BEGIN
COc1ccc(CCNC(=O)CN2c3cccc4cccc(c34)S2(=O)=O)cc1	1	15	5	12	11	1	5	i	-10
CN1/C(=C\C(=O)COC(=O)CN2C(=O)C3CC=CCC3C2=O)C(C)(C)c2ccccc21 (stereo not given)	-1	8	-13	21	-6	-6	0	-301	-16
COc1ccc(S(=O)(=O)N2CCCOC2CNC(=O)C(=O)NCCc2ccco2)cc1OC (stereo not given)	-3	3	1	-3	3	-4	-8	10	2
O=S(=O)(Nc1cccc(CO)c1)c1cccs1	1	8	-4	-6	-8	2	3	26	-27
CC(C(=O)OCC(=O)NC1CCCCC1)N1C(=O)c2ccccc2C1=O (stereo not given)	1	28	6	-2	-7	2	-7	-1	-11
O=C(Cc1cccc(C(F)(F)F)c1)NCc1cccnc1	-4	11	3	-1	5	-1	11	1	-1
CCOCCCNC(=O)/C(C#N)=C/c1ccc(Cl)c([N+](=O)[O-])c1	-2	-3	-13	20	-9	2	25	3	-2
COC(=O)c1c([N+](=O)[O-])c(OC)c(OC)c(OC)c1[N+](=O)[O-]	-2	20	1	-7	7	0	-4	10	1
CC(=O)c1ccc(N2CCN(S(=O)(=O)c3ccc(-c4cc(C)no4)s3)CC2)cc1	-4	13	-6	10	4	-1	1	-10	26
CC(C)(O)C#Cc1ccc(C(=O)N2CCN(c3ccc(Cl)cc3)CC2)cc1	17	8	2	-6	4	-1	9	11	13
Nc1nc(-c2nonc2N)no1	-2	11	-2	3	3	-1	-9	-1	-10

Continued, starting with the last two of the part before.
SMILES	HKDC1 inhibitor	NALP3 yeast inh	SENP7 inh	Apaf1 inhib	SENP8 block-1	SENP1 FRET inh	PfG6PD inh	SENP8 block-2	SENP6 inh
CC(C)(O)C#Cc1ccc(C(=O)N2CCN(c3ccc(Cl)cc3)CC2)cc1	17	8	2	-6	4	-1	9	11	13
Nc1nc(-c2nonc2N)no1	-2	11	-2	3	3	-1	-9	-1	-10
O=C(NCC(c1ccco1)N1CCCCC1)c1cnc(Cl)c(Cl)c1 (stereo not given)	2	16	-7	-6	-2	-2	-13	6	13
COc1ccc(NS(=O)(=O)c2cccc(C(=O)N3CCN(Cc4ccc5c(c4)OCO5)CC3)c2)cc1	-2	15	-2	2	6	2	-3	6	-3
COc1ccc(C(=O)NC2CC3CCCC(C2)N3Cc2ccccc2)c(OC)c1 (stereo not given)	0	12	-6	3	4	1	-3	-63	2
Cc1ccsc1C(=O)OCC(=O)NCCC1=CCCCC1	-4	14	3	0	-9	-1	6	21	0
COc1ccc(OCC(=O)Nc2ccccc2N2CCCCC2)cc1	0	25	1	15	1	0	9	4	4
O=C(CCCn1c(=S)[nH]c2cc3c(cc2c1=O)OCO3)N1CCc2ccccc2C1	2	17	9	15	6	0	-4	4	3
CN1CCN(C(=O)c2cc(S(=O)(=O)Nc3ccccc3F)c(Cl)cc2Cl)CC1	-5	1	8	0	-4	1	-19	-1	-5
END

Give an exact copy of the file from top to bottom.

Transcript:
COc1ccc(CCNC(=O)CN2c3cccc4cccc(c34)S2(=O)=O)cc1	1	15	5	12	11	1	5	i	-10
CN1/C(=C\C(=O)COC(=O)CN2C(=O)C3CC=CCC3C2=O)C(C)(C)c2ccccc21 (stereo not given)	-1	8	-13	21	-6	-6	0	-301	-16
COc1ccc(S(=O)(=O)N2CCCOC2CNC(=O)C(=O)NCCc2ccco2)cc1OC (stereo not given)	-3	3	1	-3	3	-4	-8	10	2
O=S(=O)(Nc1cccc(CO)c1)c1cccs1	1	8	-4	-6	-8	2	3	26	-27
CC(C(=O)OCC(=O)NC1CCCCC1)N1C(=O)c2ccccc2C1=O (stereo not given)	1	28	6	-2	-7	2	-7	-1	-11
O=C(Cc1cccc(C(F)(F)F)c1)NCc1cccnc1	-4	11	3	-1	5	-1	11	1	-1
CCOCCCNC(=O)/C(C#N)=C/c1ccc(Cl)c([N+](=O)[O-])c1	-2	-3	-13	20	-9	2	25	3	-2
COC(=O)c1c([N+](=O)[O-])c(OC)c(OC)c(OC)c1[N+](=O)[O-]	-2	20	1	-7	7	0	-4	10	1
CC(=O)c1ccc(N2CCN(S(=O)(=O)c3ccc(-c4cc(C)no4)s3)CC2)cc1	-4	13	-6	10	4	-1	1	-10	26
CC(C)(O)C#Cc1ccc(C(=O)N2CCN(c3ccc(Cl)cc3)CC2)cc1	17	8	2	-6	4	-1	9	11	13
Nc1nc(-c2nonc2N)no1	-2	11	-2	3	3	-1	-9	-1	-10

Continued, starting with the last two of the part before.
SMILES	HKDC1 inhibitor	NALP3 yeast inh	SENP7 inh	Apaf1 inhib	SENP8 block-1	SENP1 FRET inh	PfG6PD inh	SENP8 block-2	SENP6 inh
CC(C)(O)C#Cc1ccc(C(=O)N2CCN(c3ccc(Cl)cc3)CC2)cc1	17	8	2	-6	4	-1	9	11	13
Nc1nc(-c2nonc2N)no1	-2	11	-2	3	3	-1	-9	-1	-10
O=C(NCC(c1ccco1)N1CCCCC1)c1cnc(Cl)c(Cl)c1 (stereo not given)	2	16	-7	-6	-2	-2	-13	6	13
COc1ccc(NS(=O)(=O)c2cccc(C(=O)N3CCN(Cc4ccc5c(c4)OCO5)CC3)c2)cc1	-2	15	-2	2	6	2	-3	6	-3
COc1ccc(C(=O)NC2CC3CCCC(C2)N3Cc2ccccc2)c(OC)c1 (stereo not given)	0	12	-6	3	4	1	-3	-63	2
Cc1ccsc1C(=O)OCC(=O)NCCC1=CCCCC1	-4	14	3	0	-9	-1	6	21	0
COc1ccc(OCC(=O)Nc2ccccc2N2CCCCC2)cc1	0	25	1	15	1	0	9	4	4
O=C(CCCn1c(=S)[nH]c2cc3c(cc2c1=O)OCO3)N1CCc2ccccc2C1	2	17	9	15	6	0	-4	4	3
CN1CCN(C(=O)c2cc(S(=O)(=O)Nc3ccccc3F)c(Cl)cc2Cl)CC1	-5	1	8	0	-4	1	-19	-1	-5